Friday was a big day for me–my first job interview in over twenty years, except for one minor one in a side line area where they hired someone vastly more qualified. This one I felt pretty ready for, as if I could do a good turn there. I made copious notes answering the anticipated questions, practiced with family members—including goofy versions. Tried not to overthink, and just concentrate on storing the main points that would show them what they would be getting if they hired me. It’s a half time middle school science position, perfect, I think, for the year in which I would begin having my own classes again, to ease into things. Too bad about the half hour commute, but there’s the possibility of moving there if it turned into something long term. I would definitely want to learn Spanish, including formal studies and a summer immersion experience–the student body is 60% Hispanic, way above average even for this area of Washington. Lots of of migrant kids, most of whom, they told me are in some stage of getting up to middle school level in English, about a quarter at the very beginning. Going for me is that I get what it feels like to be learning and trying to function in a new language, so I wouldn’t be raising my voice to anyone who doesn’t understand me, but trying to find translations, using creative non-verbal communication, prepping lessons as bilingually as I can, and helping students build up their classroom and science vocabularies. Main weakness: Yes, I’m not yet fluent in Spanish. Strengths? I learn fast, especially by necessity.
Met with the principal and assistant principal, who were male, and two female teachers, in the conference room, I at one end the principal at the other, Principal a businesslike, administrative type, assistant a smiling, relational type who nodded encouragingly when I said appropriate things and took the time to chat afterward. The two teachers just listened and wrote mostly–everyone took down my answers to the questions we all had on a handout, and would be ranking by desired elements of content, I gather. Proprietary material, said the principal, when I was about to fold mine and tuck it in my bag after the interview.
Took about a half hour, but most of the time I made sense. I thought of some perfect responses afterwards, such as the story about the student who came in ready to defy every command, and by the end of class had done his work and referred to me as a “homie”. That would have been a good response to three of the questions: What do students say about you, What would you do if a student refused to do an assignment, and what’s your approach to student discipline. I talked about listening, appealing to a student’s desire to do what would benefit them, and respecting a student’s right to choose.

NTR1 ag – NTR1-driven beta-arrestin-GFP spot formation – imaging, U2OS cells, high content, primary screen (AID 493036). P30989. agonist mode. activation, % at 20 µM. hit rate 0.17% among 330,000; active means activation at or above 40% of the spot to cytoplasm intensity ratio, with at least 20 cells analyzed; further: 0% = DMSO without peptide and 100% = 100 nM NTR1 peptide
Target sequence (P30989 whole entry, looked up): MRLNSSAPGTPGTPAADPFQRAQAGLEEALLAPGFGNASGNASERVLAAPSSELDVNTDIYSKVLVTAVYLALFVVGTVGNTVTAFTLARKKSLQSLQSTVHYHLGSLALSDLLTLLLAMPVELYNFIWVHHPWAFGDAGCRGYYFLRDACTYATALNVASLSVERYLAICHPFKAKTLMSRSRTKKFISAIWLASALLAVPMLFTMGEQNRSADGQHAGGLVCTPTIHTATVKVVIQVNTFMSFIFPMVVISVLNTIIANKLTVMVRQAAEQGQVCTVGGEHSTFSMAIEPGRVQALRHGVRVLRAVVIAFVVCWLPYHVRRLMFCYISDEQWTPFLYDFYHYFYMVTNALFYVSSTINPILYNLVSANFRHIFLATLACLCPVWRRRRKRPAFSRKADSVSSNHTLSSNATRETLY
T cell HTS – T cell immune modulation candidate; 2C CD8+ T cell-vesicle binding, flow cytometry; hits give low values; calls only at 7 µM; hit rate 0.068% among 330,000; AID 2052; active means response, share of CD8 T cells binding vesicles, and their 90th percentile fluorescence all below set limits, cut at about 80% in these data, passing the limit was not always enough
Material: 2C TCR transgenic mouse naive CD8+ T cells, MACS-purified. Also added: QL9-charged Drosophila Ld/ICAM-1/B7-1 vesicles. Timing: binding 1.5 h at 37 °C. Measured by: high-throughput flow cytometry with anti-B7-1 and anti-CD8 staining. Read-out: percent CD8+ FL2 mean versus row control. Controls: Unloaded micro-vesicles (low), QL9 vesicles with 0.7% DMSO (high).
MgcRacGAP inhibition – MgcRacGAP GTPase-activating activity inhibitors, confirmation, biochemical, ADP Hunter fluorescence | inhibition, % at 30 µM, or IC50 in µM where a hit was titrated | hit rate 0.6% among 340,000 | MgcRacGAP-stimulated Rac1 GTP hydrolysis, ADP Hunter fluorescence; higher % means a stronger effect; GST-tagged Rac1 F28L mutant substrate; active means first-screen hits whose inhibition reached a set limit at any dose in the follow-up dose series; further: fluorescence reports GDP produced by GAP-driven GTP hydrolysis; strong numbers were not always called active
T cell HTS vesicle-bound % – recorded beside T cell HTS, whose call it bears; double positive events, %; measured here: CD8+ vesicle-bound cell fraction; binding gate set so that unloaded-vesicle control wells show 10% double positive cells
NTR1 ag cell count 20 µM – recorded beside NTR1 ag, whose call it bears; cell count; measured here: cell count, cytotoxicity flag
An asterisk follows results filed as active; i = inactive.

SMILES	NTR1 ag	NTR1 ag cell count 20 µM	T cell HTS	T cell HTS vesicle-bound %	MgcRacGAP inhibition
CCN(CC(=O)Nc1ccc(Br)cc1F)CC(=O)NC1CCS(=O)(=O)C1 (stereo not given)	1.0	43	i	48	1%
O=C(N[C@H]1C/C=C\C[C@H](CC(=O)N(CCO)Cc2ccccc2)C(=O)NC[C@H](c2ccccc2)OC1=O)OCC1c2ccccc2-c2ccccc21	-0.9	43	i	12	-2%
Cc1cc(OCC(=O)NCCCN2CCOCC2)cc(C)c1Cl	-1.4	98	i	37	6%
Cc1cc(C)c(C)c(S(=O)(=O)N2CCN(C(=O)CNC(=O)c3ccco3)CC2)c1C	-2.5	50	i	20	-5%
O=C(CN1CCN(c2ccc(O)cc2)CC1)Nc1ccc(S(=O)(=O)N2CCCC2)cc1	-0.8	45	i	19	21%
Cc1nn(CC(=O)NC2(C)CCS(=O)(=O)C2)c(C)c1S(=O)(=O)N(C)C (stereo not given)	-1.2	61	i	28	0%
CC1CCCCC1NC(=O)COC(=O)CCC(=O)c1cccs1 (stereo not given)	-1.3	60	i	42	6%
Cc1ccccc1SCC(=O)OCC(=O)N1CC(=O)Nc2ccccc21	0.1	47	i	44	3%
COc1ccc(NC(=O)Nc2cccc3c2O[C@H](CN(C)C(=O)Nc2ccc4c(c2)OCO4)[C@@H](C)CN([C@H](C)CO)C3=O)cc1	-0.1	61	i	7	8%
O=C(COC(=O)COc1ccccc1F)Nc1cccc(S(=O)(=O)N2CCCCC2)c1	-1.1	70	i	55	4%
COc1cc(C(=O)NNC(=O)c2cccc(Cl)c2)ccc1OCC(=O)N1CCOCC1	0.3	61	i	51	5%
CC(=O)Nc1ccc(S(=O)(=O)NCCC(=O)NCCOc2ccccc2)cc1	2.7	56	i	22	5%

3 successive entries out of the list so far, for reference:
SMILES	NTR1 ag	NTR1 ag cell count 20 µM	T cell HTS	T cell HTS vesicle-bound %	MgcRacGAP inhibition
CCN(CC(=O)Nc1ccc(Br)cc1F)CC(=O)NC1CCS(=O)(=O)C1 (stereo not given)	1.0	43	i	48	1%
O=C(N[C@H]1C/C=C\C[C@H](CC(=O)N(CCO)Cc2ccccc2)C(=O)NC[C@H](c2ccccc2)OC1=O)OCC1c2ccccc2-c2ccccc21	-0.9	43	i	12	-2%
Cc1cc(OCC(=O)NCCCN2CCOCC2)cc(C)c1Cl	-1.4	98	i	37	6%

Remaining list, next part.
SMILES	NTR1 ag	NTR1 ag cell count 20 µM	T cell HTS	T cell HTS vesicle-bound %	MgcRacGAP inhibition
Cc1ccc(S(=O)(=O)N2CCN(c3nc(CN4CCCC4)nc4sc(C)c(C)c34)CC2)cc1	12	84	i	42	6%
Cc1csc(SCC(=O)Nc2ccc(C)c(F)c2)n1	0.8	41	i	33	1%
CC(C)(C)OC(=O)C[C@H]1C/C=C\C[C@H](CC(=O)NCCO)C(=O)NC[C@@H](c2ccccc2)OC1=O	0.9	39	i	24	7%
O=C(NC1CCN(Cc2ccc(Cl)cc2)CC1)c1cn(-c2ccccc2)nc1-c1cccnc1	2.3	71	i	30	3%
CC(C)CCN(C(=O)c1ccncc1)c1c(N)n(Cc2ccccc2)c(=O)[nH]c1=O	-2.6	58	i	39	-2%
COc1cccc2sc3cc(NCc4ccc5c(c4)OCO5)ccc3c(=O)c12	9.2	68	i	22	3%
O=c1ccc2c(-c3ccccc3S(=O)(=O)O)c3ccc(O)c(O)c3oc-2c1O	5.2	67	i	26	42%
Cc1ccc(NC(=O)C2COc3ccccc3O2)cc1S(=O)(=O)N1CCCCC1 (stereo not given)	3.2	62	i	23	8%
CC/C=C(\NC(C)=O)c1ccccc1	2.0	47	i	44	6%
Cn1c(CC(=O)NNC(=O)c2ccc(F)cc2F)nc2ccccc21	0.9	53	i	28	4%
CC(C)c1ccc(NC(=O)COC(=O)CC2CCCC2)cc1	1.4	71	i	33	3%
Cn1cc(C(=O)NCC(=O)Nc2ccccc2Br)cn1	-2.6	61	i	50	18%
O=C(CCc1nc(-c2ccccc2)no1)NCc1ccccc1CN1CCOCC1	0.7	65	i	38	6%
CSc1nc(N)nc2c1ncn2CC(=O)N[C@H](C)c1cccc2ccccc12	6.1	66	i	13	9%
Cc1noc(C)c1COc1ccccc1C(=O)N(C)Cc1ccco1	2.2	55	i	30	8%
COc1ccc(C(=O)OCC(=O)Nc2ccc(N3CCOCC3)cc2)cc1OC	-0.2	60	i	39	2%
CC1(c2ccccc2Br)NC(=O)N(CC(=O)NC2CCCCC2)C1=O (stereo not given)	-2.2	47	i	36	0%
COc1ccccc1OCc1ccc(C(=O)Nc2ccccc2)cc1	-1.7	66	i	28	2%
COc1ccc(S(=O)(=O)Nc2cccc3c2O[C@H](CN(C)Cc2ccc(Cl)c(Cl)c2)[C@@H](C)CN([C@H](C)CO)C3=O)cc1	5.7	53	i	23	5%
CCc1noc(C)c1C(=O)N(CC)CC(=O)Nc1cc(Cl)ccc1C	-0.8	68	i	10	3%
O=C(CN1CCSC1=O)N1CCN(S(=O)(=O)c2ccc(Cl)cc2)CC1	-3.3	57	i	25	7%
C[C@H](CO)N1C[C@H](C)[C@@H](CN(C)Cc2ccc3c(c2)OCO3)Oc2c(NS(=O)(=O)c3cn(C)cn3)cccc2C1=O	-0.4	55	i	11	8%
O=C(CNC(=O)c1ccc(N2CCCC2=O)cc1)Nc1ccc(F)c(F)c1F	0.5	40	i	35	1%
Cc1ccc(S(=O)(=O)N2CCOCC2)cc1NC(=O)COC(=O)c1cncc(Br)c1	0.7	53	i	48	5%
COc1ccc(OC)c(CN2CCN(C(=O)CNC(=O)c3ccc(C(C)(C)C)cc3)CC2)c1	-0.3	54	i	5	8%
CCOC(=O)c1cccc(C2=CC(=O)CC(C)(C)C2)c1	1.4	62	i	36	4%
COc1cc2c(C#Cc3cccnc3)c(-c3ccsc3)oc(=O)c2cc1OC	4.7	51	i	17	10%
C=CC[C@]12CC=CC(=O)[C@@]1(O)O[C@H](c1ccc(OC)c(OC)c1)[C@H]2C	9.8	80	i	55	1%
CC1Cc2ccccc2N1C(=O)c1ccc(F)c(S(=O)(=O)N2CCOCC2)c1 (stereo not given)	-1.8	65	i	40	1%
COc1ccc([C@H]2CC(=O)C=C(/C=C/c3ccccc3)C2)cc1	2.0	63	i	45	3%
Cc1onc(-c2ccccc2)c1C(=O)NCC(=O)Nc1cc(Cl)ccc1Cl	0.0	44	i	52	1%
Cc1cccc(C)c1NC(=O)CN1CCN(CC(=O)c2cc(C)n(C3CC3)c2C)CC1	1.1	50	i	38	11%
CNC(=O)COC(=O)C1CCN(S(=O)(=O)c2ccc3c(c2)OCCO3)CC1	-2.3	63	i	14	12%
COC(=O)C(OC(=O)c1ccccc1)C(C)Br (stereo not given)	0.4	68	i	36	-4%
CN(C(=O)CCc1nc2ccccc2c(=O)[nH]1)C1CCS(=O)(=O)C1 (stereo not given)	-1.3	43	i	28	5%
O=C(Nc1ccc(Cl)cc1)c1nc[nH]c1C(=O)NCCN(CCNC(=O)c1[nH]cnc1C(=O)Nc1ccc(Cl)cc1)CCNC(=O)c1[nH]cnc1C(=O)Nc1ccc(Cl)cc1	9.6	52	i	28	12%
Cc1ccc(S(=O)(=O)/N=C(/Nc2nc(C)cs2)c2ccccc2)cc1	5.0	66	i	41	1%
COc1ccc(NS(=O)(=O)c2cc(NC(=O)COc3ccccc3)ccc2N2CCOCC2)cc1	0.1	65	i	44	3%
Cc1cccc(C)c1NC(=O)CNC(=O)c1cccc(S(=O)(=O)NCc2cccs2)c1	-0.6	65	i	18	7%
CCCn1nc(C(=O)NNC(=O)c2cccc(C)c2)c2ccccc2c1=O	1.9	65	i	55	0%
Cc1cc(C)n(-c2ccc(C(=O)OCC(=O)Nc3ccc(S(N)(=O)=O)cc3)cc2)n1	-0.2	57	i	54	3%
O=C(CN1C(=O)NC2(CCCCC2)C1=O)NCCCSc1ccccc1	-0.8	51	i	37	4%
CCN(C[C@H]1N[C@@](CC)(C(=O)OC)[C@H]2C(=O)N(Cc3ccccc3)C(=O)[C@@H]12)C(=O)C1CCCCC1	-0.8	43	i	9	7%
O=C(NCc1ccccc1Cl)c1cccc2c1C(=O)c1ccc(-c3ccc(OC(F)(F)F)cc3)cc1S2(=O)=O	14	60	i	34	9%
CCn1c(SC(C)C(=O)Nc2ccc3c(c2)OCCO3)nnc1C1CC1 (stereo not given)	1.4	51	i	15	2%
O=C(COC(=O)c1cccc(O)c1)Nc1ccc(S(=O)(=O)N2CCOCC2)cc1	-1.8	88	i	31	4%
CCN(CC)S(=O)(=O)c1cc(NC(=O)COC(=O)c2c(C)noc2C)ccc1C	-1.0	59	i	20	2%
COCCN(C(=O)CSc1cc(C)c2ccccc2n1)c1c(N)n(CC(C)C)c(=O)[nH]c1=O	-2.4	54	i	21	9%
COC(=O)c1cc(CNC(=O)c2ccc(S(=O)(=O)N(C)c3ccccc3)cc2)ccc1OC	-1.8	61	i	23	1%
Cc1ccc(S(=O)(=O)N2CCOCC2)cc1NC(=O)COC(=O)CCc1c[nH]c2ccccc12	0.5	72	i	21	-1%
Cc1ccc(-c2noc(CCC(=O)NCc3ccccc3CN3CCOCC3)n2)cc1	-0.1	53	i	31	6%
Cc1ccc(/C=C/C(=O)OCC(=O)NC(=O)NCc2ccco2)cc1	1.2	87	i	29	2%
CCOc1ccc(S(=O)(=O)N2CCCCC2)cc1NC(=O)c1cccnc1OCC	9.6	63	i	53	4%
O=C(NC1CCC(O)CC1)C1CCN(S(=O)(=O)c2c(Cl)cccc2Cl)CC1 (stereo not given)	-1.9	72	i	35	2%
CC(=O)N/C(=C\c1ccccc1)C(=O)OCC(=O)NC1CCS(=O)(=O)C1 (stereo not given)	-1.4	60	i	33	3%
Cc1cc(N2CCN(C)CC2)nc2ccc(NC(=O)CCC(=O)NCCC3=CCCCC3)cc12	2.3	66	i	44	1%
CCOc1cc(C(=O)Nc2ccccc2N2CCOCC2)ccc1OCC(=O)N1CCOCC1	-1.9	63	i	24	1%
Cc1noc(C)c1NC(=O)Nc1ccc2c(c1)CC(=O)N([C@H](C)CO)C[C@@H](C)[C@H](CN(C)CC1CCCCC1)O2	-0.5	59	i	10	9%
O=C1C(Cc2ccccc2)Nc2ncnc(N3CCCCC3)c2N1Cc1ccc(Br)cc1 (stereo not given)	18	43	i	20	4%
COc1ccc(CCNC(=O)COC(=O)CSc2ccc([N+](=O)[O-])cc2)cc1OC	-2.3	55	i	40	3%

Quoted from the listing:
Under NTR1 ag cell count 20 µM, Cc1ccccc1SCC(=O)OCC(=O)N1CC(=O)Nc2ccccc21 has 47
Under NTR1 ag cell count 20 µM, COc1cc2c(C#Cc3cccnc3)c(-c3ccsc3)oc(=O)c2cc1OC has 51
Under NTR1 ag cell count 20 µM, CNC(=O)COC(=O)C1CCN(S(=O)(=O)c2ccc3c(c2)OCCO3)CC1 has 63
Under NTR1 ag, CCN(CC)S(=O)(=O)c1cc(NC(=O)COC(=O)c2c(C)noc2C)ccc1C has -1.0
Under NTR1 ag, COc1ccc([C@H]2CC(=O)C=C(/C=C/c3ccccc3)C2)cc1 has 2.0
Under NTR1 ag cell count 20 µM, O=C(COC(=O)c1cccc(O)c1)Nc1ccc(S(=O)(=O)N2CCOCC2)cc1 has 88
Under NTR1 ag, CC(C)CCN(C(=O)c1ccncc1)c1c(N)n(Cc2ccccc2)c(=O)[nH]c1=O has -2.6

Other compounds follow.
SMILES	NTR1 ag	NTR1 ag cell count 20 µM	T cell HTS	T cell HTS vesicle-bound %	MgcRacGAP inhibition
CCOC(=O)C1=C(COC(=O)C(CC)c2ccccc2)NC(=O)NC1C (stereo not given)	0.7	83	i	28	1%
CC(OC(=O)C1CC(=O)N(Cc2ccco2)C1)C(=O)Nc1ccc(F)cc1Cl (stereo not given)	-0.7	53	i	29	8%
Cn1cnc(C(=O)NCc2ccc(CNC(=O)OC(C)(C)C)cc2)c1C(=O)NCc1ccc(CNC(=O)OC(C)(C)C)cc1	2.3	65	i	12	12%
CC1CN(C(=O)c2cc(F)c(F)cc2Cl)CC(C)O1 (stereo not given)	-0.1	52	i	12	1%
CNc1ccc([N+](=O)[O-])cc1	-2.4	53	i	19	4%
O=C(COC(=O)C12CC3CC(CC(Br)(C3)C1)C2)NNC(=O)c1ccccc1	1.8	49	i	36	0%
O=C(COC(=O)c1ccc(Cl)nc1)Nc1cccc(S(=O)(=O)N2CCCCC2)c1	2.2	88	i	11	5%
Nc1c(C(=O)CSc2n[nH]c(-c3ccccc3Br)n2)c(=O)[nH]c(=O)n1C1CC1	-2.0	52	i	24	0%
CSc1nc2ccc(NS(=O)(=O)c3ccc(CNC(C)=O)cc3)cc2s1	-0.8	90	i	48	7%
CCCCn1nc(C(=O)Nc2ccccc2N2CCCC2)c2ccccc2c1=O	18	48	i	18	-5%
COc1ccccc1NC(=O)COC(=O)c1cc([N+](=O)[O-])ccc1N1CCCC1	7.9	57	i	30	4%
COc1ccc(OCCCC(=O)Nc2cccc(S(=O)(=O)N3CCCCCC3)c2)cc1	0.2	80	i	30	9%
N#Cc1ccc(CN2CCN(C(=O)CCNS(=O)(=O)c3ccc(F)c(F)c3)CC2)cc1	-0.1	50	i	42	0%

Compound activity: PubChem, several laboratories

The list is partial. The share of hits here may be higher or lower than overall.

I wish I hadn’t voiced concern about security of student data with the use of Google Chromebooks, that I’d had more ready knowledge of the “big ideas” of Earth and space science, and knew more about accommodating special education students, and remembered all I’d meant to say, but over all I think I’m still in the running. The job would be would be a challenge for sure, but that’s what I want. Hours are all day every second day, long class periods, which would fit in well with the rest of my life, and give good opportunities for in depth science inquiries. Then the opportunity to be in a mild form of Spanish immersion, the best way to seed the brain for learning oral language, and tell it to shelve the French and Hebrew so it won’t pop out in the middle of efforts to speak Spanish, which tends to happen now.
Okay, I might not get it–I have no idea how many candidates there are, nor their qualifications. I’m okay with that, because at least I finally got an interview. Should hear back in one to two days, so I’ll wait until then to go dig out my favorite science and classroom supplies.